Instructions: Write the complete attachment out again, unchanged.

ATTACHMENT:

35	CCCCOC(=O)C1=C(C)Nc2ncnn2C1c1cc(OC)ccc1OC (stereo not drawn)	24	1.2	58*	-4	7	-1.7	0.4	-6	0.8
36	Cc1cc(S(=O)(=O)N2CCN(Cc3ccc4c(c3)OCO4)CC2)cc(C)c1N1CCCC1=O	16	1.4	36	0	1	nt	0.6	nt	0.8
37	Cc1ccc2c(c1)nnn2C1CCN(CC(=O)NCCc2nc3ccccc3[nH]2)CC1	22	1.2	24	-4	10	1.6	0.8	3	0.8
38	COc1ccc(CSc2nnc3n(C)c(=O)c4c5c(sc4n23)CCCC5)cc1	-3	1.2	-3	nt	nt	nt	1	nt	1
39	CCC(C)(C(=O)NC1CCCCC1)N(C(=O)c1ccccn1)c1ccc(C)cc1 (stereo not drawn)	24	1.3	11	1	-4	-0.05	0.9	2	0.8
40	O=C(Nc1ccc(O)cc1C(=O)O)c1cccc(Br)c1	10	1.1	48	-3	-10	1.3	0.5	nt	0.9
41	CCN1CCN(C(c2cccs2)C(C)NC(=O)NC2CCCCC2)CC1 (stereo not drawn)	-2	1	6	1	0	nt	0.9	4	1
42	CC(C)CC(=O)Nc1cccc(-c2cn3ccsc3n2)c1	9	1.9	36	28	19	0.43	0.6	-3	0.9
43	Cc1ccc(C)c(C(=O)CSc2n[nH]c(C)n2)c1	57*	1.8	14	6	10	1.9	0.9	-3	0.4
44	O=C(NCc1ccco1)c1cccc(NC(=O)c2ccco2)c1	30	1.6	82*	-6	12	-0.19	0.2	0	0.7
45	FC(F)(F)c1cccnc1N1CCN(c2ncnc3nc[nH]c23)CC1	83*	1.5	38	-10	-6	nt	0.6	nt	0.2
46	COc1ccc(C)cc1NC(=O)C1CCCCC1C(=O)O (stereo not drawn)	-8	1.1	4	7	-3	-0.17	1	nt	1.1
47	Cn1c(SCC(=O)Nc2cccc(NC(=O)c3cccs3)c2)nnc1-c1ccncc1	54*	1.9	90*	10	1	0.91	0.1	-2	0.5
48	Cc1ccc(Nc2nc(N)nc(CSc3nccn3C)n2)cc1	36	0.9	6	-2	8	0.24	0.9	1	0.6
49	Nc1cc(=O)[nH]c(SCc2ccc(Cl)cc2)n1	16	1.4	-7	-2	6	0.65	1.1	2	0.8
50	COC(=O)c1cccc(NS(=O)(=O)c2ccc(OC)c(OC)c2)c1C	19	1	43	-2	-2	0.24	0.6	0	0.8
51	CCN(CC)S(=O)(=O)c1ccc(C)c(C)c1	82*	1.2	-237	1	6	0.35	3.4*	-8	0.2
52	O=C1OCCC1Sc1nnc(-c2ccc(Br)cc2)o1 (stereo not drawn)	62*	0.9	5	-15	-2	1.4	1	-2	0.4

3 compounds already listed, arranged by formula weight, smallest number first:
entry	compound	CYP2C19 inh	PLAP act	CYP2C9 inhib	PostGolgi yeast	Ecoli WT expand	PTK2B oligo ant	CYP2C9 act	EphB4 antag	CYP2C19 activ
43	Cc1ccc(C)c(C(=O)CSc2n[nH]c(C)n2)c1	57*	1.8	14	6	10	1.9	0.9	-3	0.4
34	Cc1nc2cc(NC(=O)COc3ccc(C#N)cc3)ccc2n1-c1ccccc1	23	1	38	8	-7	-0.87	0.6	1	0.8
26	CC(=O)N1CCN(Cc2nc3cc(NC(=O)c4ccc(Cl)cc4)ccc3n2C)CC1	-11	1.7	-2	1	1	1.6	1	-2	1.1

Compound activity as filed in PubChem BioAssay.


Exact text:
35	CCCCOC(=O)C1=C(C)Nc2ncnn2C1c1cc(OC)ccc1OC (stereo not drawn)	24	1.2	58*	-4	7	-1.7	0.4	-6	0.8
36	Cc1cc(S(=O)(=O)N2CCN(Cc3ccc4c(c3)OCO4)CC2)cc(C)c1N1CCCC1=O	16	1.4	36	0	1	nt	0.6	nt	0.8
37	Cc1ccc2c(c1)nnn2C1CCN(CC(=O)NCCc2nc3ccccc3[nH]2)CC1	22	1.2	24	-4	10	1.6	0.8	3	0.8
38	COc1ccc(CSc2nnc3n(C)c(=O)c4c5c(sc4n23)CCCC5)cc1	-3	1.2	-3	nt	nt	nt	1	nt	1
39	CCC(C)(C(=O)NC1CCCCC1)N(C(=O)c1ccccn1)c1ccc(C)cc1 (stereo not drawn)	24	1.3	11	1	-4	-0.05	0.9	2	0.8
40	O=C(Nc1ccc(O)cc1C(=O)O)c1cccc(Br)c1	10	1.1	48	-3	-10	1.3	0.5	nt	0.9
41	CCN1CCN(C(c2cccs2)C(C)NC(=O)NC2CCCCC2)CC1 (stereo not drawn)	-2	1	6	1	0	nt	0.9	4	1
42	CC(C)CC(=O)Nc1cccc(-c2cn3ccsc3n2)c1	9	1.9	36	28	19	0.43	0.6	-3	0.9
43	Cc1ccc(C)c(C(=O)CSc2n[nH]c(C)n2)c1	57*	1.8	14	6	10	1.9	0.9	-3	0.4
44	O=C(NCc1ccco1)c1cccc(NC(=O)c2ccco2)c1	30	1.6	82*	-6	12	-0.19	0.2	0	0.7
45	FC(F)(F)c1cccnc1N1CCN(c2ncnc3nc[nH]c23)CC1	83*	1.5	38	-10	-6	nt	0.6	nt	0.2
46	COc1ccc(C)cc1NC(=O)C1CCCCC1C(=O)O (stereo not drawn)	-8	1.1	4	7	-3	-0.17	1	nt	1.1
47	Cn1c(SCC(=O)Nc2cccc(NC(=O)c3cccs3)c2)nnc1-c1ccncc1	54*	1.9	90*	10	1	0.91	0.1	-2	0.5
48	Cc1ccc(Nc2nc(N)nc(CSc3nccn3C)n2)cc1	36	0.9	6	-2	8	0.24	0.9	1	0.6
49	Nc1cc(=O)[nH]c(SCc2ccc(Cl)cc2)n1	16	1.4	-7	-2	6	0.65	1.1	2	0.8
50	COC(=O)c1cccc(NS(=O)(=O)c2ccc(OC)c(OC)c2)c1C	19	1	43	-2	-2	0.24	0.6	0	0.8
51	CCN(CC)S(=O)(=O)c1ccc(C)c(C)c1	82*	1.2	-237	1	6	0.35	3.4*	-8	0.2
52	O=C1OCCC1Sc1nnc(-c2ccc(Br)cc2)o1 (stereo not drawn)	62*	0.9	5	-15	-2	1.4	1	-2	0.4

3 compounds already listed, arranged by formula weight, smallest number first:
entry	compound	CYP2C19 inh	PLAP act	CYP2C9 inhib	PostGolgi yeast	Ecoli WT expand	PTK2B oligo ant	CYP2C9 act	EphB4 antag	CYP2C19 activ
43	Cc1ccc(C)c(C(=O)CSc2n[nH]c(C)n2)c1	57*	1.8	14	6	10	1.9	0.9	-3	0.4
34	Cc1nc2cc(NC(=O)COc3ccc(C#N)cc3)ccc2n1-c1ccccc1	23	1	38	8	-7	-0.87	0.6	1	0.8
26	CC(=O)N1CCN(Cc2nc3cc(NC(=O)c4ccc(Cl)cc4)ccc3n2C)CC1	-11	1.7	-2	1	1	1.6	1	-2	1.1

Compound activity as filed in PubChem BioAssay.